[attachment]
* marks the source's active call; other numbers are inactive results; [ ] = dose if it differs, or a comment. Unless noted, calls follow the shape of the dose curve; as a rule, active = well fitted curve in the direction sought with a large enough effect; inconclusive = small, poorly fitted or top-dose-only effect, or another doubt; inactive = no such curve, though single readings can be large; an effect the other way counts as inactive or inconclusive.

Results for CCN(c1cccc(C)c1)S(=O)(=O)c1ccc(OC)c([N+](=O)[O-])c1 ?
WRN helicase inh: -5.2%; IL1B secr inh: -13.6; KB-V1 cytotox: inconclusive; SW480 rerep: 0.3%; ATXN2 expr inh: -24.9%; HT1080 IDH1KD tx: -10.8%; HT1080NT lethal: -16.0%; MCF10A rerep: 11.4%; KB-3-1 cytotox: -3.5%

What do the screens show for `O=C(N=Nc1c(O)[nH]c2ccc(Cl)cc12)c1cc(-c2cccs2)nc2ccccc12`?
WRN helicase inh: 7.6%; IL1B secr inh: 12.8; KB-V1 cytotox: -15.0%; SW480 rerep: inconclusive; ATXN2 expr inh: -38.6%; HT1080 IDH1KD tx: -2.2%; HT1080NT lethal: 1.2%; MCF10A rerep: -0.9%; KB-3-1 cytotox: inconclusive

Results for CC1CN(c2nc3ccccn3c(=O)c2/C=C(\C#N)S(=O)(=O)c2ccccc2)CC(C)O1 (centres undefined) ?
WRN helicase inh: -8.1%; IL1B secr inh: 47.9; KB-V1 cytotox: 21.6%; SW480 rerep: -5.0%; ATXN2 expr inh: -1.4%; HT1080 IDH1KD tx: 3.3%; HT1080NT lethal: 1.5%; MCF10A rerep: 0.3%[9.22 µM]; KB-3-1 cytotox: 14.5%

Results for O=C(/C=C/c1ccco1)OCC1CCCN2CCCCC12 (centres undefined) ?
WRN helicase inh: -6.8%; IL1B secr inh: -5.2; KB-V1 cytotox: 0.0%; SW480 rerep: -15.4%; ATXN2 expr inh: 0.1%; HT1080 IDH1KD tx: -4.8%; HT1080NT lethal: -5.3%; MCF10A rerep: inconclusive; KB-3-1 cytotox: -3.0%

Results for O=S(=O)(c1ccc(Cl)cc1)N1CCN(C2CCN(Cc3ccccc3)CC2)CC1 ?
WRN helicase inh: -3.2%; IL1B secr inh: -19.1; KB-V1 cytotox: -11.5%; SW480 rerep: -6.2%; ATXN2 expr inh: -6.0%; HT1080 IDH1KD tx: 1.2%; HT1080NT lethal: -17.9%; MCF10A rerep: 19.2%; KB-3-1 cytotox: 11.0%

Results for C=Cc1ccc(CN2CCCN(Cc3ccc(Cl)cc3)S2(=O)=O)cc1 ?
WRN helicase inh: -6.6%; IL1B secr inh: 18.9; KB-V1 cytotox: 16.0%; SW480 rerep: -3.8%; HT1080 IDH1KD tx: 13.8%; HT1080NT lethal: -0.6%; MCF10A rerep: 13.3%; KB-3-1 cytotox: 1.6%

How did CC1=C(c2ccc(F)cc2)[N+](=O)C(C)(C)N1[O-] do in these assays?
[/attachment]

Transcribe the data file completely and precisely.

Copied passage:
* marks the source's active call; other numbers are inactive results; [ ] = dose if it differs, or a comment. Unless noted, calls follow the shape of the dose curve; as a rule, active = well fitted curve in the direction sought with a large enough effect; inconclusive = small, poorly fitted or top-dose-only effect, or another doubt; inactive = no such curve, though single readings can be large; an effect the other way counts as inactive or inconclusive.

Results for CCN(c1cccc(C)c1)S(=O)(=O)c1ccc(OC)c([N+](=O)[O-])c1 ?
WRN helicase inh: -5.2%; IL1B secr inh: -13.6; KB-V1 cytotox: inconclusive; SW480 rerep: 0.3%; ATXN2 expr inh: -24.9%; HT1080 IDH1KD tx: -10.8%; HT1080NT lethal: -16.0%; MCF10A rerep: 11.4%; KB-3-1 cytotox: -3.5%

What do the screens show for `O=C(N=Nc1c(O)[nH]c2ccc(Cl)cc12)c1cc(-c2cccs2)nc2ccccc12`?
WRN helicase inh: 7.6%; IL1B secr inh: 12.8; KB-V1 cytotox: -15.0%; SW480 rerep: inconclusive; ATXN2 expr inh: -38.6%; HT1080 IDH1KD tx: -2.2%; HT1080NT lethal: 1.2%; MCF10A rerep: -0.9%; KB-3-1 cytotox: inconclusive

Results for CC1CN(c2nc3ccccn3c(=O)c2/C=C(\C#N)S(=O)(=O)c2ccccc2)CC(C)O1 (centres undefined) ?
WRN helicase inh: -8.1%; IL1B secr inh: 47.9; KB-V1 cytotox: 21.6%; SW480 rerep: -5.0%; ATXN2 expr inh: -1.4%; HT1080 IDH1KD tx: 3.3%; HT1080NT lethal: 1.5%; MCF10A rerep: 0.3%[9.22 µM]; KB-3-1 cytotox: 14.5%

Results for O=C(/C=C/c1ccco1)OCC1CCCN2CCCCC12 (centres undefined) ?
WRN helicase inh: -6.8%; IL1B secr inh: -5.2; KB-V1 cytotox: 0.0%; SW480 rerep: -15.4%; ATXN2 expr inh: 0.1%; HT1080 IDH1KD tx: -4.8%; HT1080NT lethal: -5.3%; MCF10A rerep: inconclusive; KB-3-1 cytotox: -3.0%

Results for O=S(=O)(c1ccc(Cl)cc1)N1CCN(C2CCN(Cc3ccccc3)CC2)CC1 ?
WRN helicase inh: -3.2%; IL1B secr inh: -19.1; KB-V1 cytotox: -11.5%; SW480 rerep: -6.2%; ATXN2 expr inh: -6.0%; HT1080 IDH1KD tx: 1.2%; HT1080NT lethal: -17.9%; MCF10A rerep: 19.2%; KB-3-1 cytotox: 11.0%

Results for C=Cc1ccc(CN2CCCN(Cc3ccc(Cl)cc3)S2(=O)=O)cc1 ?
WRN helicase inh: -6.6%; IL1B secr inh: 18.9; KB-V1 cytotox: 16.0%; SW480 rerep: -3.8%; HT1080 IDH1KD tx: 13.8%; HT1080NT lethal: -0.6%; MCF10A rerep: 13.3%; KB-3-1 cytotox: 1.6%

How did CC1=C(c2ccc(F)cc2)[N+](=O)C(C)(C)N1[O-] do in these assays?